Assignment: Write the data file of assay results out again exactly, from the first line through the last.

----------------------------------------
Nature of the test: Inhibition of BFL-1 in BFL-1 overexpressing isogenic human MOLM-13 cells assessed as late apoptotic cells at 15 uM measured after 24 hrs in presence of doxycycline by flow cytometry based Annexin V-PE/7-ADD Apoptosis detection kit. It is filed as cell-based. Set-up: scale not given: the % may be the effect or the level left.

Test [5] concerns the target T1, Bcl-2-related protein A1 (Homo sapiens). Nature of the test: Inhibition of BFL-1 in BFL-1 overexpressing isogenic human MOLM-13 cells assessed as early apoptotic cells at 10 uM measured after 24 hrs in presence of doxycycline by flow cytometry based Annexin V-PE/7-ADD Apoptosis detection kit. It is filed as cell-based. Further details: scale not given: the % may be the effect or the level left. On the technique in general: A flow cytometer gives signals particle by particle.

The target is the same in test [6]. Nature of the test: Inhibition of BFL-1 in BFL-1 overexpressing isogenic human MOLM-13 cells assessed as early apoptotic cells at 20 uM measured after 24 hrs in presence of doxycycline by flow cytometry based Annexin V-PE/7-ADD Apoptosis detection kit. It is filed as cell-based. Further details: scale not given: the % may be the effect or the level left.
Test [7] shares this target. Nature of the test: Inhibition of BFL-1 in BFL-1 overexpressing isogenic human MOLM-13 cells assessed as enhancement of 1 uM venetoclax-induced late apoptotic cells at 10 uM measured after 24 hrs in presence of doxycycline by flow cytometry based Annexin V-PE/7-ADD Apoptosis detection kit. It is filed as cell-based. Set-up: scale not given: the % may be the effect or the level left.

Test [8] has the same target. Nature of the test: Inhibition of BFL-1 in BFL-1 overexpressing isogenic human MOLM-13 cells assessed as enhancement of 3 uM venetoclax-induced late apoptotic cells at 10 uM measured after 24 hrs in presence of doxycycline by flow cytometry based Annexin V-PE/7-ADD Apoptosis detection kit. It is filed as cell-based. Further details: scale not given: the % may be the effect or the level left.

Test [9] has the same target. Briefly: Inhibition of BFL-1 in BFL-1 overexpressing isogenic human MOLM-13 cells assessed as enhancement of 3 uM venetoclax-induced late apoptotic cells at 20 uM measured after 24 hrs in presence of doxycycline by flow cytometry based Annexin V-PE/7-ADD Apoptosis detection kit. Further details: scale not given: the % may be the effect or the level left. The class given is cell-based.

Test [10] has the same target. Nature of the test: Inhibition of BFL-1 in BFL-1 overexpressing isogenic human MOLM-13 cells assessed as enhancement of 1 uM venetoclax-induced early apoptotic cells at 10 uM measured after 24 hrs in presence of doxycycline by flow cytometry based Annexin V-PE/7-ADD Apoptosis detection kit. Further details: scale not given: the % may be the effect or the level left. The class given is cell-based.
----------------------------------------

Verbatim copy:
Nature of the test: Inhibition of BFL-1 in BFL-1 overexpressing isogenic human MOLM-13 cells assessed as late apoptotic cells at 15 uM measured after 24 hrs in presence of doxycycline by flow cytometry based Annexin V-PE/7-ADD Apoptosis detection kit. It is filed as cell-based. Set-up: scale not given: the % may be the effect or the level left.

Test [5] concerns the target T1, Bcl-2-related protein A1 (Homo sapiens). Nature of the test: Inhibition of BFL-1 in BFL-1 overexpressing isogenic human MOLM-13 cells assessed as early apoptotic cells at 10 uM measured after 24 hrs in presence of doxycycline by flow cytometry based Annexin V-PE/7-ADD Apoptosis detection kit. It is filed as cell-based. Further details: scale not given: the % may be the effect or the level left. On the technique in general: A flow cytometer gives signals particle by particle.

The target is the same in test [6]. Nature of the test: Inhibition of BFL-1 in BFL-1 overexpressing isogenic human MOLM-13 cells assessed as early apoptotic cells at 20 uM measured after 24 hrs in presence of doxycycline by flow cytometry based Annexin V-PE/7-ADD Apoptosis detection kit. It is filed as cell-based. Further details: scale not given: the % may be the effect or the level left.
Test [7] shares this target. Nature of the test: Inhibition of BFL-1 in BFL-1 overexpressing isogenic human MOLM-13 cells assessed as enhancement of 1 uM venetoclax-induced late apoptotic cells at 10 uM measured after 24 hrs in presence of doxycycline by flow cytometry based Annexin V-PE/7-ADD Apoptosis detection kit. It is filed as cell-based. Set-up: scale not given: the % may be the effect or the level left.

Test [8] has the same target. Nature of the test: Inhibition of BFL-1 in BFL-1 overexpressing isogenic human MOLM-13 cells assessed as enhancement of 3 uM venetoclax-induced late apoptotic cells at 10 uM measured after 24 hrs in presence of doxycycline by flow cytometry based Annexin V-PE/7-ADD Apoptosis detection kit. It is filed as cell-based. Further details: scale not given: the % may be the effect or the level left.

Test [9] has the same target. Briefly: Inhibition of BFL-1 in BFL-1 overexpressing isogenic human MOLM-13 cells assessed as enhancement of 3 uM venetoclax-induced late apoptotic cells at 20 uM measured after 24 hrs in presence of doxycycline by flow cytometry based Annexin V-PE/7-ADD Apoptosis detection kit. Further details: scale not given: the % may be the effect or the level left. The class given is cell-based.

Test [10] has the same target. Nature of the test: Inhibition of BFL-1 in BFL-1 overexpressing isogenic human MOLM-13 cells assessed as enhancement of 1 uM venetoclax-induced early apoptotic cells at 10 uM measured after 24 hrs in presence of doxycycline by flow cytometry based Annexin V-PE/7-ADD Apoptosis detection kit. Further details: scale not given: the % may be the effect or the level left. The class given is cell-based.